Craving really good Italian food while you're in Barcelona? Here are five of our favourite spots to get the city's best pizza, pasta, and lesser-known Italian specialities.
The best restaurants in Barcelona for Italian cuisine
This genuine Italian 'trattoria' run by Pino Prestanizzi (from Calabria) and Patricio Sodano (from Naples) opened in 1989 when, Prestanizzi recalls, 'there was only one pizzeria in the city, and going to dinner in an Italian restaurant was a sign of distinction'. It seems like time has stopped in La Bricciola, but in a good way: they've managed to keep their restaurant and what they serve at a top level, and all their products they work with, including the water, come from Naples. Though you might have an instinct to describe the decor as kistch, it's just too authentic for such a label. The Campione pizza – with spicy salami, rocket, goat's cheese, chicory, oregano and parmesan – reminds you how good these guys are at what they do.
This Italian with home cooking and top-quality pasta will more than meet your expectations. It's worth a visit for starters like fresh burrata and parmesan cheeses, and tasty mains like the linguine with cherry tomatoes and basil, or papardelle with ragout, for example. Pair it all with a good wine to ensure that a dinner at this lovely Italian eatery is a rousing success.
It's not the same to say you're going to an Italian restaurant as it is to say you're going to a Venetian restaurant. One must respect the differences, you see. When the Colombo twins (‘xemei’ means ‘twins’ in Venetian), Stefano and Max, opened their eatery in Poble-sec, they brought to Barcelona a transalpine cuisine that finally went above and behond pasta Bolognese quattro stagioni pizzas. They gave us fish prepared just like it is in Venice, and we had got to learn what 'sarde in saor' and 'baccalà mantecato' are, rendering any other type Italian cuisine practically unacceptable.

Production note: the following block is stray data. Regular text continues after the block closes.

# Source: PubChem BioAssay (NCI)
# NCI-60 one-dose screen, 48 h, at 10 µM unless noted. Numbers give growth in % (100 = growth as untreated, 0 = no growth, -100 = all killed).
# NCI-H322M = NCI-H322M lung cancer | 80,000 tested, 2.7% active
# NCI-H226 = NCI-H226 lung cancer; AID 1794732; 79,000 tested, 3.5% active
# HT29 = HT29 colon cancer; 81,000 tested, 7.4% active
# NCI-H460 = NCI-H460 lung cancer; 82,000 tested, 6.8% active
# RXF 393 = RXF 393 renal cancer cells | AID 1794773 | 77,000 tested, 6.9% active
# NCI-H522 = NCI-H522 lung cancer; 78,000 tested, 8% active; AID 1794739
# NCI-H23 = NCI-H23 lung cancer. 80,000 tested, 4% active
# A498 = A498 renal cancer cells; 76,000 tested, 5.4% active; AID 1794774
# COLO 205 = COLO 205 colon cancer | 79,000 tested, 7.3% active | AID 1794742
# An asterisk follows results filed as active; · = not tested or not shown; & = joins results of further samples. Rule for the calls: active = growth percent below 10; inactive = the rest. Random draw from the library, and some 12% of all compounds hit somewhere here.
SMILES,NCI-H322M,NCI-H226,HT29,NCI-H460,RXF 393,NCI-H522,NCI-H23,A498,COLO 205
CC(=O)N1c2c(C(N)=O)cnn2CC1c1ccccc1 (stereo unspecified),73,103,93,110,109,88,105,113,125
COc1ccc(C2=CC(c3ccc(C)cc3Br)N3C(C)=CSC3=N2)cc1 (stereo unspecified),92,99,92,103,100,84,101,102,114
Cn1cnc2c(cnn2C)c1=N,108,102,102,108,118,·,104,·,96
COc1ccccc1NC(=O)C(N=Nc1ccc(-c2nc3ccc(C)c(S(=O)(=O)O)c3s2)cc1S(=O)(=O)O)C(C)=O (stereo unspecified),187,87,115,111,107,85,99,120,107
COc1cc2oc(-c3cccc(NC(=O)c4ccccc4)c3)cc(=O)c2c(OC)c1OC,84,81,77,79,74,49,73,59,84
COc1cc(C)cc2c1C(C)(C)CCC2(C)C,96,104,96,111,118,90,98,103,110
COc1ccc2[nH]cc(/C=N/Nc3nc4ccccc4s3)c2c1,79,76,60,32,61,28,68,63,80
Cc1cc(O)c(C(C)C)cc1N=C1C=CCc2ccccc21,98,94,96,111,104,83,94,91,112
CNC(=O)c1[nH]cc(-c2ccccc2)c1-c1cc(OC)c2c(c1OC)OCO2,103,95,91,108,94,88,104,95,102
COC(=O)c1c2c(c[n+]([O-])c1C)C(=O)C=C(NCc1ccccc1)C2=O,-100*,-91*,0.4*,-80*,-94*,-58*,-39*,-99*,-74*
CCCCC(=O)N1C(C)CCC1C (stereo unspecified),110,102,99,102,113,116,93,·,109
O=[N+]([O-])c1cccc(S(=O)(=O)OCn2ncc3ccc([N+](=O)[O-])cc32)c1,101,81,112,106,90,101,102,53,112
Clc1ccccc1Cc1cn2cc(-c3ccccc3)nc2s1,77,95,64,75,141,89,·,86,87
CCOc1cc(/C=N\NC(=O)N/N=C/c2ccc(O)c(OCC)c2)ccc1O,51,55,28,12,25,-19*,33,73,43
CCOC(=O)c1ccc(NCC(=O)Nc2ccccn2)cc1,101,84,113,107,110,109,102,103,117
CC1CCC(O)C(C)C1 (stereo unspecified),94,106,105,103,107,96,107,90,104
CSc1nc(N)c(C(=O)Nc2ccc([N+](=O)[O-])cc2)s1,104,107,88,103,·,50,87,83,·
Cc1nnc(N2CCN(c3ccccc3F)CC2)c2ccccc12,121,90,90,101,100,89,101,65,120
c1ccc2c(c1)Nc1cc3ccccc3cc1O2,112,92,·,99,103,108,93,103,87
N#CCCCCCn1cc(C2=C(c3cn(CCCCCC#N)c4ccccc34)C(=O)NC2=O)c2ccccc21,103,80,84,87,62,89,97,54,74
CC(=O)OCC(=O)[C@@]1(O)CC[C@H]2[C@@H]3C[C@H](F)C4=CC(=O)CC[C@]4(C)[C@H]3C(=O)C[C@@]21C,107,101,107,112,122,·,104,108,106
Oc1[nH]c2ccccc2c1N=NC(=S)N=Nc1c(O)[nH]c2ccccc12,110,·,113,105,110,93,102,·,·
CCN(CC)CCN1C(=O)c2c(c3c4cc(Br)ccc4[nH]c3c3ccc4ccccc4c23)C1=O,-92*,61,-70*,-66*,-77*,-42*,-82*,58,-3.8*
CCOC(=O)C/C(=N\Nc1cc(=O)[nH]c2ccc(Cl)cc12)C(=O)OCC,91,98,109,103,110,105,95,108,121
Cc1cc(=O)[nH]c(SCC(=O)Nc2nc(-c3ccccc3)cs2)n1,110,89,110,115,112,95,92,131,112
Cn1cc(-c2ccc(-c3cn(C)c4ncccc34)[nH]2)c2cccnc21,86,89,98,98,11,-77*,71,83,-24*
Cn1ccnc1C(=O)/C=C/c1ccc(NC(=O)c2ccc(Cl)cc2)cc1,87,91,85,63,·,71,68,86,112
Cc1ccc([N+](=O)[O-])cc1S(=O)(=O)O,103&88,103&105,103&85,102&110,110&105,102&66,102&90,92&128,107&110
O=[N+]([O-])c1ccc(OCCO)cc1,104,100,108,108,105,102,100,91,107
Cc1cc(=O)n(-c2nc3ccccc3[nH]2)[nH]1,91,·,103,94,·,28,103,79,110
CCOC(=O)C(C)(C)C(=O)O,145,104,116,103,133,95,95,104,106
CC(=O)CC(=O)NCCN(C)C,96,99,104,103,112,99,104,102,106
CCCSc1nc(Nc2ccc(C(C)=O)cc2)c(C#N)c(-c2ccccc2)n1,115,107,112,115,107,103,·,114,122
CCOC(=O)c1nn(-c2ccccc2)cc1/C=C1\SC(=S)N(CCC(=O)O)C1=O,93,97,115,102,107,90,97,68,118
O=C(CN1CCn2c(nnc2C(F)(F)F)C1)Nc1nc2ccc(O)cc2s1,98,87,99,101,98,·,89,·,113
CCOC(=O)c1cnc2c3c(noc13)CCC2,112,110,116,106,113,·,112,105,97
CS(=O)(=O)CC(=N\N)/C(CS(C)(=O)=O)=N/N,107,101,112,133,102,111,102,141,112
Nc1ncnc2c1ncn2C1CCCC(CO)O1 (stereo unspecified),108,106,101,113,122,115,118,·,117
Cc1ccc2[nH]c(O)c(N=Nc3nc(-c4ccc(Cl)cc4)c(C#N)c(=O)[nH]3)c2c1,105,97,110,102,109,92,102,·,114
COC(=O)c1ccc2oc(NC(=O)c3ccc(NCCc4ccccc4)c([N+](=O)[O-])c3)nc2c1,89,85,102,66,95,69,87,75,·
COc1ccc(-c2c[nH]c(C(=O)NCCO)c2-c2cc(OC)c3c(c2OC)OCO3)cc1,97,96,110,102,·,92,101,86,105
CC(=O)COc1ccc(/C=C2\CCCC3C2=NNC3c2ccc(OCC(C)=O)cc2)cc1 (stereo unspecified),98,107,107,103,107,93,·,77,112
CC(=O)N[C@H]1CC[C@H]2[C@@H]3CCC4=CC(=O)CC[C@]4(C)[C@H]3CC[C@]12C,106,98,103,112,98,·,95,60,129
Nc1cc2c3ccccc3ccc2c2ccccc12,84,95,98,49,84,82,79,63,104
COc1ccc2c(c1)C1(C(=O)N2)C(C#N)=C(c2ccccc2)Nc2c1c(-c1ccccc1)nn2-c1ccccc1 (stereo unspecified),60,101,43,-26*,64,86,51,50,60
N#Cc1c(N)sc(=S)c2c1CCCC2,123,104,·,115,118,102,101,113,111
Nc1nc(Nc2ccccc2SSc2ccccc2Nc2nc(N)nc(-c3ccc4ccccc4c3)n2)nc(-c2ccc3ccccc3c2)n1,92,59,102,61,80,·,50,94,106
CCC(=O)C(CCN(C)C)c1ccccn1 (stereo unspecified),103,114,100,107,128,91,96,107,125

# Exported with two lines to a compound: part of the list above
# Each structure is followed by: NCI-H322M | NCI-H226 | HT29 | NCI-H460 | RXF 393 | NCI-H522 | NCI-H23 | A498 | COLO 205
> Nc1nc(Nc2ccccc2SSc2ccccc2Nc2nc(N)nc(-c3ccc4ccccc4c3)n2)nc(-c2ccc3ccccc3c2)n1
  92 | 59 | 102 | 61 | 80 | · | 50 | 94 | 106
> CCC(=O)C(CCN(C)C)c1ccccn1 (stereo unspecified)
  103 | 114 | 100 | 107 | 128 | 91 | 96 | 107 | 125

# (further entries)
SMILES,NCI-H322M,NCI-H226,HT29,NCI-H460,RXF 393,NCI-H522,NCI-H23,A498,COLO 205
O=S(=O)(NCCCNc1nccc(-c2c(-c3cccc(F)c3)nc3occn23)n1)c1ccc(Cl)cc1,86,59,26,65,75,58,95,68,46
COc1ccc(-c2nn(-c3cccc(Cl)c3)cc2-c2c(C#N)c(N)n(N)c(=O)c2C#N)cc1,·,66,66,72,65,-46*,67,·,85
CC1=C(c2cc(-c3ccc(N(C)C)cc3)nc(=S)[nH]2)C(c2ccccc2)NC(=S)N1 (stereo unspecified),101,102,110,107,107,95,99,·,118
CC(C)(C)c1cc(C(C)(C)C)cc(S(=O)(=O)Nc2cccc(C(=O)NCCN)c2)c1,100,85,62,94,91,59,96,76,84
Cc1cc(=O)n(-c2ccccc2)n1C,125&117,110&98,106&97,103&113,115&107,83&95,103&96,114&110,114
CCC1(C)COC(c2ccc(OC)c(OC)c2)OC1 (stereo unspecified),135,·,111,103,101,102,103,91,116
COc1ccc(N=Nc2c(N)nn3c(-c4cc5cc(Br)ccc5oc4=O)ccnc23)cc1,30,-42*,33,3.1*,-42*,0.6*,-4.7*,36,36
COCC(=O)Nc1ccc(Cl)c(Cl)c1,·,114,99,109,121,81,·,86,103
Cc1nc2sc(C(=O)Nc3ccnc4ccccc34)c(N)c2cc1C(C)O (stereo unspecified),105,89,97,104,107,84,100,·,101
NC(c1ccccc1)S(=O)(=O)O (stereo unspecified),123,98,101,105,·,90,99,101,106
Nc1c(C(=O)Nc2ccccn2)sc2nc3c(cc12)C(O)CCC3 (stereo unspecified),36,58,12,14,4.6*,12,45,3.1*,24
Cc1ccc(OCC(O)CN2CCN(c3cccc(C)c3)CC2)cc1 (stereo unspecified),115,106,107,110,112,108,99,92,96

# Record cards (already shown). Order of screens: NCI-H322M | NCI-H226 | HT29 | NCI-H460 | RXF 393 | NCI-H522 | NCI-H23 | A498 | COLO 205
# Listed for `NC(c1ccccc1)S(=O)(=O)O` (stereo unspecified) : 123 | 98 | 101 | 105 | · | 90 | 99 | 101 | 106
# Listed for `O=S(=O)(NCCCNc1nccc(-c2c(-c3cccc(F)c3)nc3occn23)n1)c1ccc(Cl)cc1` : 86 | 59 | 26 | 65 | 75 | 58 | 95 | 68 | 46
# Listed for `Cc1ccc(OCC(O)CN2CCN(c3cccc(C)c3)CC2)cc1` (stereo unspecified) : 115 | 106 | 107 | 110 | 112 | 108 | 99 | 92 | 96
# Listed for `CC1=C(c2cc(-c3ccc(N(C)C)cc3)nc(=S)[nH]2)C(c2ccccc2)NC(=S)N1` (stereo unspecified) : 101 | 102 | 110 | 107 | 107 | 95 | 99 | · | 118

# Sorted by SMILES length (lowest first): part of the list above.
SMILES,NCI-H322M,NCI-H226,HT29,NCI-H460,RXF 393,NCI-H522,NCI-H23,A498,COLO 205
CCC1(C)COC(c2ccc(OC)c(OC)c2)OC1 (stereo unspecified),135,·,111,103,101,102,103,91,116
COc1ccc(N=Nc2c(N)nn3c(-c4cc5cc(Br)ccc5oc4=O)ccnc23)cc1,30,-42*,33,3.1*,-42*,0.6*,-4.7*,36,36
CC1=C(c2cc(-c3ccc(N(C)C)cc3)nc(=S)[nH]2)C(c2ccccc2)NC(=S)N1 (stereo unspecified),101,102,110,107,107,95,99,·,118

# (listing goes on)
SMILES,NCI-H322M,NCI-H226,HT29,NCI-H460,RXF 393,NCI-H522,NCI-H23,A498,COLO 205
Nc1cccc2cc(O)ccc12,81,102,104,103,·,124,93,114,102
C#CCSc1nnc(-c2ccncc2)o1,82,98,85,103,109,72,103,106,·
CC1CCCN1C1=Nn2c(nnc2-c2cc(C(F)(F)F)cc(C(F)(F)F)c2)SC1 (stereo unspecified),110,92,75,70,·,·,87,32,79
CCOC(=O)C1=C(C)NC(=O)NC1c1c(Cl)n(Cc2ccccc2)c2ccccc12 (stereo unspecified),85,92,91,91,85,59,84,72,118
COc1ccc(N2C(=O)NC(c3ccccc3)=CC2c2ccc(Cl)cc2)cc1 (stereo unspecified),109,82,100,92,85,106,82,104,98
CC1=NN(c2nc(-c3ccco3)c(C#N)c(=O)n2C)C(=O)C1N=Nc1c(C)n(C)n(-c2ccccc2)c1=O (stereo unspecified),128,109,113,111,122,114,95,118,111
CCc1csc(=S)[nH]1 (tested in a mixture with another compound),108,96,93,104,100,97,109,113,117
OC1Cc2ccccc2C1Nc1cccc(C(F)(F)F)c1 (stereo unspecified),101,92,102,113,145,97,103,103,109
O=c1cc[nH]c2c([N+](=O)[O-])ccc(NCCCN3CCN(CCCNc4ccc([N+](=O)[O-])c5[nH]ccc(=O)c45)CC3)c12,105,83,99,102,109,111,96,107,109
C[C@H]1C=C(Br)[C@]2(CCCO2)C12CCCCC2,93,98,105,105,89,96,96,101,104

If you can't get to Italy often enough, your best bet is to bring a bit of Italy to your city. Le Cucine Mandarosso, a small space that more than does justice to true Italian cuisine, has also got a genuine charm and decor that brings a smile to your face. We might not be doing Le Cucine Madarosso any favours by going on about its treasures – usually they're overbooked and they must feel shivers of fear running down their spine whenever anyone publishes a rave review of their culinary skills. The truth is that we were so pleased with their lunch menu that if we go back for dinner, it might be a real religious experience.
Obe is a small restaurant in Plaça de Santa Caterina, and its location in the middle of a part of the city busy with out-of-towners might make you think this is a restaurant set up just to take advantage of tourists, but nothing could be further from the truth. Obe, whose name sounds deceptively Japanese, is in fact a petite and honest Italian restaurant with respect for the food they serve. The aubergine parmigiana, for example, tasted like it had just been taken out of the oven in Sicily.